Including Chateau Grand Traverse, Old Mission Peninsula is now home to seven wineries: 2 Lads, Brys Estate, Bowers Harbor, Black Star Farms (also on the Leelanau), Chateau Chantal, and Peninsula Cellars. All except 2 Lads focuses heavily on white wines. Cabernet Franc and Pinot Noir are favorite Old Mission Peninsula red varieties, and the more unusual Gamay Noir is produced by CGT as well.

Gaining National Attention

The wines of Old Mission Peninsula, along with the Leelanau, have steadily gained their share of national attention lately. Eric Asimov, the wine columnist for the New York Times, commented excitedly about Michigan’s Rieslings – a wine he believes is terribly underrated. Food and Wine got in the action, and since then, so has Elin McCoy for Bloomberg. In Chicago, the Sun-Times and Chicago Magazine have recently written about its wines. Still, though, the region is relatively unknown even in Chicago wine circles.

What To Drink

Despite my strong belief that the upper Midwest’s forté is white wines, some of the most exciting wines I’ve tasted recently from the Old Mission Peninsula have been red wines. Not your usual reds, though; I mean, Cabernet Franc and Gamay Noir. (I wrote about Cabernet Franc here on The Local Beet.) If you can snag a glass of Peninsula Cellars’ 2007 Cabernet Franc at Hopleaf or Eno at The Fairmont in Chicago, you won’t be sorry. As for Gamay Noir, Chateau Grand Traverse is producing some exciting stuff. Of course, Riesling continues to represent well in this area (especially Chateau Grand Traverse’s version), as well as Peninsula Cellars’ Pinot Blanc. All summer, I was a regular drinker of 2 Lads’ Rosé of Cabernet Franc with its raspberry, rhubarb and herbaceous tones. I’ve been on record numerous times as a fan of Bowers Harbors’ semi-dry Riesling, and Chateau Chantal is producing some notable late harvest wine as well. Anything by red-phobic Left Foot Charley will satisfy you immensely.

If you still need convincing to check out Old Mission Peninsula, here are some pictures:

Peninsula Cellars Tasting Room

Peninsula Cellars Tasting Room

Vineyards of Chateau Grand Traverse

Vineyards of Chateau Grand Traverse

View from Chateau Grand Traverse Vineyards

View from Chateau Grand Traverse Vineyards

2 Lads' Tasting Room

2 Lads' Tasting Room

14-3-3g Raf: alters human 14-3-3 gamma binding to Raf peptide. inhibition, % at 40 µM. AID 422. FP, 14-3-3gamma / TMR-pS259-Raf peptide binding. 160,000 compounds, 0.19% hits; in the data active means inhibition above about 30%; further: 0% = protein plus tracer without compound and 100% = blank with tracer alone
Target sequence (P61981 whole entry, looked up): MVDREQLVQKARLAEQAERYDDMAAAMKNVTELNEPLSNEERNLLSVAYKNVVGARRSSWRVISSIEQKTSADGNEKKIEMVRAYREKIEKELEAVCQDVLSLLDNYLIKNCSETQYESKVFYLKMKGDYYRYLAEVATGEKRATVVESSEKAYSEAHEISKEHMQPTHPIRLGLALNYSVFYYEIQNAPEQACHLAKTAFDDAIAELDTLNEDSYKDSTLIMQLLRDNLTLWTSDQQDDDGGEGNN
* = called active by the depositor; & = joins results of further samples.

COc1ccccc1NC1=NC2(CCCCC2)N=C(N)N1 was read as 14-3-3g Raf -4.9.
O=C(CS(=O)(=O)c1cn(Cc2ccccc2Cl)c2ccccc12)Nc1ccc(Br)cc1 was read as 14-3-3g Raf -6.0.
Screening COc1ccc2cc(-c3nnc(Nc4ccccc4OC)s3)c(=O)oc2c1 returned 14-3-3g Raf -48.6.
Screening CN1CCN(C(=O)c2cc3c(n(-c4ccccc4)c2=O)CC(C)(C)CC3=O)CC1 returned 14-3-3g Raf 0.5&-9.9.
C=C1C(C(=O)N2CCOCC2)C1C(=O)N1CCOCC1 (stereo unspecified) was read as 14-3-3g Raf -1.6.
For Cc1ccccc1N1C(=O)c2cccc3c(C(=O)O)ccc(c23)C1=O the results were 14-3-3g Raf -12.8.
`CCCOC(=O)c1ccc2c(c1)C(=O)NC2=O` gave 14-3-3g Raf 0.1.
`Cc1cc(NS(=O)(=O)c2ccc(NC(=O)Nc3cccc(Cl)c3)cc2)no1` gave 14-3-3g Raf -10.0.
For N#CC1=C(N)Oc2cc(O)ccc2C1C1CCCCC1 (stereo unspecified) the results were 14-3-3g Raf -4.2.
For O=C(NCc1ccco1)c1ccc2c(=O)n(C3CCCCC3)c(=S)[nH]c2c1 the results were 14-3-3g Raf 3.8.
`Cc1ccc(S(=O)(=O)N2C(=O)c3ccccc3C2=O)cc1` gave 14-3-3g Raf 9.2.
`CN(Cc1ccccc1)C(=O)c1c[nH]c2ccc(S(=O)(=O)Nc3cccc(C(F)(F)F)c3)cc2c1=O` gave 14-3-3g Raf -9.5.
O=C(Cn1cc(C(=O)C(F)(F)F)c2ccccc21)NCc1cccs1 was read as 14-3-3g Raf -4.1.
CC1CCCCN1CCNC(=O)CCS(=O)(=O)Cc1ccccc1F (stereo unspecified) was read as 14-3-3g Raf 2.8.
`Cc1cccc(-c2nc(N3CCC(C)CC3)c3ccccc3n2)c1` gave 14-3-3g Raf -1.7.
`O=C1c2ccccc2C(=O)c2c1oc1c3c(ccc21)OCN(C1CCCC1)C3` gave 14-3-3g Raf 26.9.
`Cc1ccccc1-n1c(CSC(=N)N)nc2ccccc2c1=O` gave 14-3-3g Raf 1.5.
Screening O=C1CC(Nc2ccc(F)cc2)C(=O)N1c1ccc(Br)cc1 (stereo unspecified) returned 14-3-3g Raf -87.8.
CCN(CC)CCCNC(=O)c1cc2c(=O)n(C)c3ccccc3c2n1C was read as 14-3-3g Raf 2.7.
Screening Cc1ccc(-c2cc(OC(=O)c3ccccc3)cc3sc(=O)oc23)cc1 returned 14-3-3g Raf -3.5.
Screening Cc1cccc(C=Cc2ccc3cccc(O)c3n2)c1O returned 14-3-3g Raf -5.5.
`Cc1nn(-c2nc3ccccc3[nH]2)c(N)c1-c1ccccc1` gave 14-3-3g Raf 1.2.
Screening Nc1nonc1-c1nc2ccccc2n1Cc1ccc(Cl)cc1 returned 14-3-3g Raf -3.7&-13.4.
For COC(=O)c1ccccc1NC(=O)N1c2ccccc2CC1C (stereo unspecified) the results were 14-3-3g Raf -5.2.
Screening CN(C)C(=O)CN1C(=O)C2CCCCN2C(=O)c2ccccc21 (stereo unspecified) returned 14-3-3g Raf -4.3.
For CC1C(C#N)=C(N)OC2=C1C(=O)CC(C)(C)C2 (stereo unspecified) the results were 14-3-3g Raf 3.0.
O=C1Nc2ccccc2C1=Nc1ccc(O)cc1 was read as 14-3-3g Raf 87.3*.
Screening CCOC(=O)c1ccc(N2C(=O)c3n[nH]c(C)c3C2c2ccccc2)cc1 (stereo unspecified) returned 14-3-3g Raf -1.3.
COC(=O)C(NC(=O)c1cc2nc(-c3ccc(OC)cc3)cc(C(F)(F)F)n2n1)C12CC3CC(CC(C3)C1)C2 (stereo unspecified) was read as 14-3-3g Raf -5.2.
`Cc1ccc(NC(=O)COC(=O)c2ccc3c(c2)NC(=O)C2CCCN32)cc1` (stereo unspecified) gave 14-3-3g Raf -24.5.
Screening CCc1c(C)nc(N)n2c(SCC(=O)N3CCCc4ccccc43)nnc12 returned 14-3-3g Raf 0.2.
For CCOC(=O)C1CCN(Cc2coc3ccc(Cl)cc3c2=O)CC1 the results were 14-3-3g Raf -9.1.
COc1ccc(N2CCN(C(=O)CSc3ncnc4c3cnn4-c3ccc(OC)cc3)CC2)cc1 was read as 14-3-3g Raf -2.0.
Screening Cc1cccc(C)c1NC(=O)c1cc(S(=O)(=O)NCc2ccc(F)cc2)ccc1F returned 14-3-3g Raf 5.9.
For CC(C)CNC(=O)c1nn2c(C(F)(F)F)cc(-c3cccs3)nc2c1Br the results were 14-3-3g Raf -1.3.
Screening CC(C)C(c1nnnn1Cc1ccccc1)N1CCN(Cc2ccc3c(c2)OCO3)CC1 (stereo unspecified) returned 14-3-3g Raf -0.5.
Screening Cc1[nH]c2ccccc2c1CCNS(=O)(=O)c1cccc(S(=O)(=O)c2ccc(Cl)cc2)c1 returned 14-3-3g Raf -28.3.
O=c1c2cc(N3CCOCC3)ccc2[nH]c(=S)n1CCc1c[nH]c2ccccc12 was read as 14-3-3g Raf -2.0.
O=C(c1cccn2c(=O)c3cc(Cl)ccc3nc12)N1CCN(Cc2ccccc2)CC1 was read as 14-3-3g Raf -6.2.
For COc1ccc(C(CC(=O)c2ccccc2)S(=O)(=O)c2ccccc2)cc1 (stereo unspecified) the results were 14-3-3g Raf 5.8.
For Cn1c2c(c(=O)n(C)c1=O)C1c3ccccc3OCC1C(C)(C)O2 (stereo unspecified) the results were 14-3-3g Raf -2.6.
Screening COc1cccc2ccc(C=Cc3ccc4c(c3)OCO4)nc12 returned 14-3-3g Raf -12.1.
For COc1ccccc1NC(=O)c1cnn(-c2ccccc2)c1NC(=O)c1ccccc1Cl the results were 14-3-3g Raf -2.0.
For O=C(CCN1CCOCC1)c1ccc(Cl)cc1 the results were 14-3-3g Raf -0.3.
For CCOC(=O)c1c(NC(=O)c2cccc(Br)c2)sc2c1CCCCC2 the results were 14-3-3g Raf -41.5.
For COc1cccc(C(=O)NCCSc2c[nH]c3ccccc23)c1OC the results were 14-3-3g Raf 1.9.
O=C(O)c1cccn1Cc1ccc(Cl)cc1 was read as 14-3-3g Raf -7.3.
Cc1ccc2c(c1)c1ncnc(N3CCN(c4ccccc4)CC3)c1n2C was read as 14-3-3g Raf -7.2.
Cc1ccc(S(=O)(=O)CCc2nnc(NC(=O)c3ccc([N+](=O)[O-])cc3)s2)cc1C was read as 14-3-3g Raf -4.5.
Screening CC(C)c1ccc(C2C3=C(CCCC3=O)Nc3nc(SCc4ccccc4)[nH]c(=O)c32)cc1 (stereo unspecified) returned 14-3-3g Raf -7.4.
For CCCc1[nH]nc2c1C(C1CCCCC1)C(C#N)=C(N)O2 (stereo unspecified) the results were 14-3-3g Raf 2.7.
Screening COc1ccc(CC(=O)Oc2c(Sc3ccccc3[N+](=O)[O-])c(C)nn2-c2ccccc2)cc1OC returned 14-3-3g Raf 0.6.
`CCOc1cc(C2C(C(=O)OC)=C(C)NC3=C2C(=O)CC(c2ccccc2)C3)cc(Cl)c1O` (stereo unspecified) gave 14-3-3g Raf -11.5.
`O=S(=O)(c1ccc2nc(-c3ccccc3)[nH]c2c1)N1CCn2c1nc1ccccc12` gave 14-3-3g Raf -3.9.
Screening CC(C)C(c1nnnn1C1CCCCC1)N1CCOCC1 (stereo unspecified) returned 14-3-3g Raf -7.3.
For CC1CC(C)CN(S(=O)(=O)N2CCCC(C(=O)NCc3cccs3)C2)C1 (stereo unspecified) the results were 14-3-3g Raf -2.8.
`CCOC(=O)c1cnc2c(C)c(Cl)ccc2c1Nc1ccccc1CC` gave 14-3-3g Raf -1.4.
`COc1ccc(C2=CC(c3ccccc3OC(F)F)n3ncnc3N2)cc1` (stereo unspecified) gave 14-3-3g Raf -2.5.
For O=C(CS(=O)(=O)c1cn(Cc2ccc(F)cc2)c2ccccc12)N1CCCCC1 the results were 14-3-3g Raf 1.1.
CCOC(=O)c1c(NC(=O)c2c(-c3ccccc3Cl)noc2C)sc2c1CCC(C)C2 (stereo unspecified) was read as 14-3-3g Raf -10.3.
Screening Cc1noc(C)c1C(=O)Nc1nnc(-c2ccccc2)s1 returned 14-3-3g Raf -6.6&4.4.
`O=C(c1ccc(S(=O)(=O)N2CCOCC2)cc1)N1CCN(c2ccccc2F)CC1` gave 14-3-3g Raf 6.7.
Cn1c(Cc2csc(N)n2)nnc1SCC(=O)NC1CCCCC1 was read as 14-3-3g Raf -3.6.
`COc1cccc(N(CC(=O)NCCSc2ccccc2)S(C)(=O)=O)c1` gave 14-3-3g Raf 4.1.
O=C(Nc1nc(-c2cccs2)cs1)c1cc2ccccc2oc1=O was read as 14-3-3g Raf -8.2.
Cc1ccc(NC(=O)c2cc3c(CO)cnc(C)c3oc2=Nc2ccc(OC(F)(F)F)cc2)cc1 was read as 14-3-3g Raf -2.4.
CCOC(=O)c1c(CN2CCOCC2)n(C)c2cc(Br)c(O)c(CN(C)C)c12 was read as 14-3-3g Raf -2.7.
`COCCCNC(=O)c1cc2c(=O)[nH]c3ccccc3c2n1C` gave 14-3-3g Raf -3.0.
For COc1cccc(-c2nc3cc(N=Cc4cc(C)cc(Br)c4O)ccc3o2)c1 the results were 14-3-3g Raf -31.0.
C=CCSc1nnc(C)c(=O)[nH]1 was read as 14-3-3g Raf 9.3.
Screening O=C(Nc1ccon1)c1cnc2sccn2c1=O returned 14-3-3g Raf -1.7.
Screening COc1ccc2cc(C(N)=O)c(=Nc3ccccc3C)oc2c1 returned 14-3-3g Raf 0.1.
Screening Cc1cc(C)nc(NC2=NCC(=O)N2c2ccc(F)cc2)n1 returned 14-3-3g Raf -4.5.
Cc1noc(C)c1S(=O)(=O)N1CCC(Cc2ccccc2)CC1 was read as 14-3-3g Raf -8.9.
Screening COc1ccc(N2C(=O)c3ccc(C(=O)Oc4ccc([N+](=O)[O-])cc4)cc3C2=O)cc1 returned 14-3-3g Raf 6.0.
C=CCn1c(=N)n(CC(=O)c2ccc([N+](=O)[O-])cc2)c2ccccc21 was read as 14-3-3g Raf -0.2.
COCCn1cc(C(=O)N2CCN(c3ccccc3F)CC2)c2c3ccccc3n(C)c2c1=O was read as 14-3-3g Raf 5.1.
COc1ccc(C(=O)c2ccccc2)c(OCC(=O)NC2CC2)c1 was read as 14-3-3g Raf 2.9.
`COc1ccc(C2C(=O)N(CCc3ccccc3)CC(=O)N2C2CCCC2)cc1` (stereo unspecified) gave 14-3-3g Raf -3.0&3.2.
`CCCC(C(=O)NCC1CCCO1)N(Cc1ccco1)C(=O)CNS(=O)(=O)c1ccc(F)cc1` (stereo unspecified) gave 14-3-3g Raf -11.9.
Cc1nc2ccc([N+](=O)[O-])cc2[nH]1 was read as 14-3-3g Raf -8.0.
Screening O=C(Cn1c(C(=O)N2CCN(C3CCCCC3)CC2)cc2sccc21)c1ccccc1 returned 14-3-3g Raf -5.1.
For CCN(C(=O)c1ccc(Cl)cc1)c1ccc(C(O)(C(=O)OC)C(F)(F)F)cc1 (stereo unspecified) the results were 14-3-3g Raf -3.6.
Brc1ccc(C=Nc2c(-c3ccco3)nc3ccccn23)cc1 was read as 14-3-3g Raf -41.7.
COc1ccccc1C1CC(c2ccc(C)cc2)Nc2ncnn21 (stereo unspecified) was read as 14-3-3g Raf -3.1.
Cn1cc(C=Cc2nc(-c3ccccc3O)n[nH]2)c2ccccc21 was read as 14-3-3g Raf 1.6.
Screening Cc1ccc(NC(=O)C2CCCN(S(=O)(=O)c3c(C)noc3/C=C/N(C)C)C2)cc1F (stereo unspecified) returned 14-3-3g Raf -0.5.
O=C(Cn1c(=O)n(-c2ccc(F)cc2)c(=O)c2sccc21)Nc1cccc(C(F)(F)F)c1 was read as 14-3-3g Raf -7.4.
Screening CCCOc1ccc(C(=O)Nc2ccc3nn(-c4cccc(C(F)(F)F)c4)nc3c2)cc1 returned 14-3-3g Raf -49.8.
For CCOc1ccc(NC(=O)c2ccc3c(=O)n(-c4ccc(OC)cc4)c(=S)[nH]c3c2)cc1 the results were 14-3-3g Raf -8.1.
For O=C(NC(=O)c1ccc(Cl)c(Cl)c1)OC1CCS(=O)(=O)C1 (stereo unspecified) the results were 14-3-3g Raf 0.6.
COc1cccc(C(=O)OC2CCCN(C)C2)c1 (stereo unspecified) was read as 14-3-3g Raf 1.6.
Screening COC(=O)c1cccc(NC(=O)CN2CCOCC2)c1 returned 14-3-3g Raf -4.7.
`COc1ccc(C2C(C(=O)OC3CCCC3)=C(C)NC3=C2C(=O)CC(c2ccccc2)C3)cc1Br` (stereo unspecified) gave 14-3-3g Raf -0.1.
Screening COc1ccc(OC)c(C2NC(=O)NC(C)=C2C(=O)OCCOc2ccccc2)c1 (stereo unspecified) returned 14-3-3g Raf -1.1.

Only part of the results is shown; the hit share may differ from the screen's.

Bowers Harbor Winery

Bowers Harbor Winery

Bowers Harbor Vineyards

Bowers Harbor Vineyards

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Watch What You Eat! First Ever Chicago Food Film Festival

Posted: September 23, 2010 at 10:03 am

Food movies are so delicious. Movie theater food, not so much. The first ever Chicago Food Film Festival changes all that this weekend.

Following up on the continued success in New York, the folks at the Food Film Festival have made their way to the Midwest. On September 24 and 25th, they’ll transform the MCA Warehouse into a screening room to show some of the favorite movies from the past four year’s festivals.

Packed with mouth-watering documentaries, features, short films and food, the festival brings you the opportunity to taste what you see on screen for a multi-sensory, full-bodied experience.

On Friday, take in a series of short films, including Craig Noble’s The Perfect Oyster during which you can feast on the Fanny Bay variety from Shaws. On Saturday, the focus is on the big Bs: burgers and beer. Check out The Beer Wars, Cud, and a shortened version of The Best Hamburger in America, directed by the festival founder, George Motz. During the screenings, get your fill of burgers from DMK Burger Bar and brews from Stone Brewing, Half Acre and Two Brothers.

What are you waiting for? Buy your tickets now to feast, view, and support Purple Asparagus, the festival’s non-profit partner all at the same time.

Click here for tickets. General admission (which includes food and booze) is $30.00.

Kids Apple Tasting, French Market – 10.2.10

Posted: September 23, 2010 at 10:01 am

Come try some apples!  On October 2, 2010 the Chicago French Market will hold an apple tasting for kids, ages 5-10.  Apples sampled will include the latest apple creation from the folks at the University of Minnesota, the  ”SweeTango.”  Looking to match the runaway success of the Honeycrisp, they created this one.  It combines the texture of the Honeycrisp with the sweetness of the Zestar apple.  Kids (and their parents) should learn how to pronounce the SweeTango.  In addition to tasting it, there will be three other distinctive apple varieties.  There are also plans to train the kids to taste like a food critic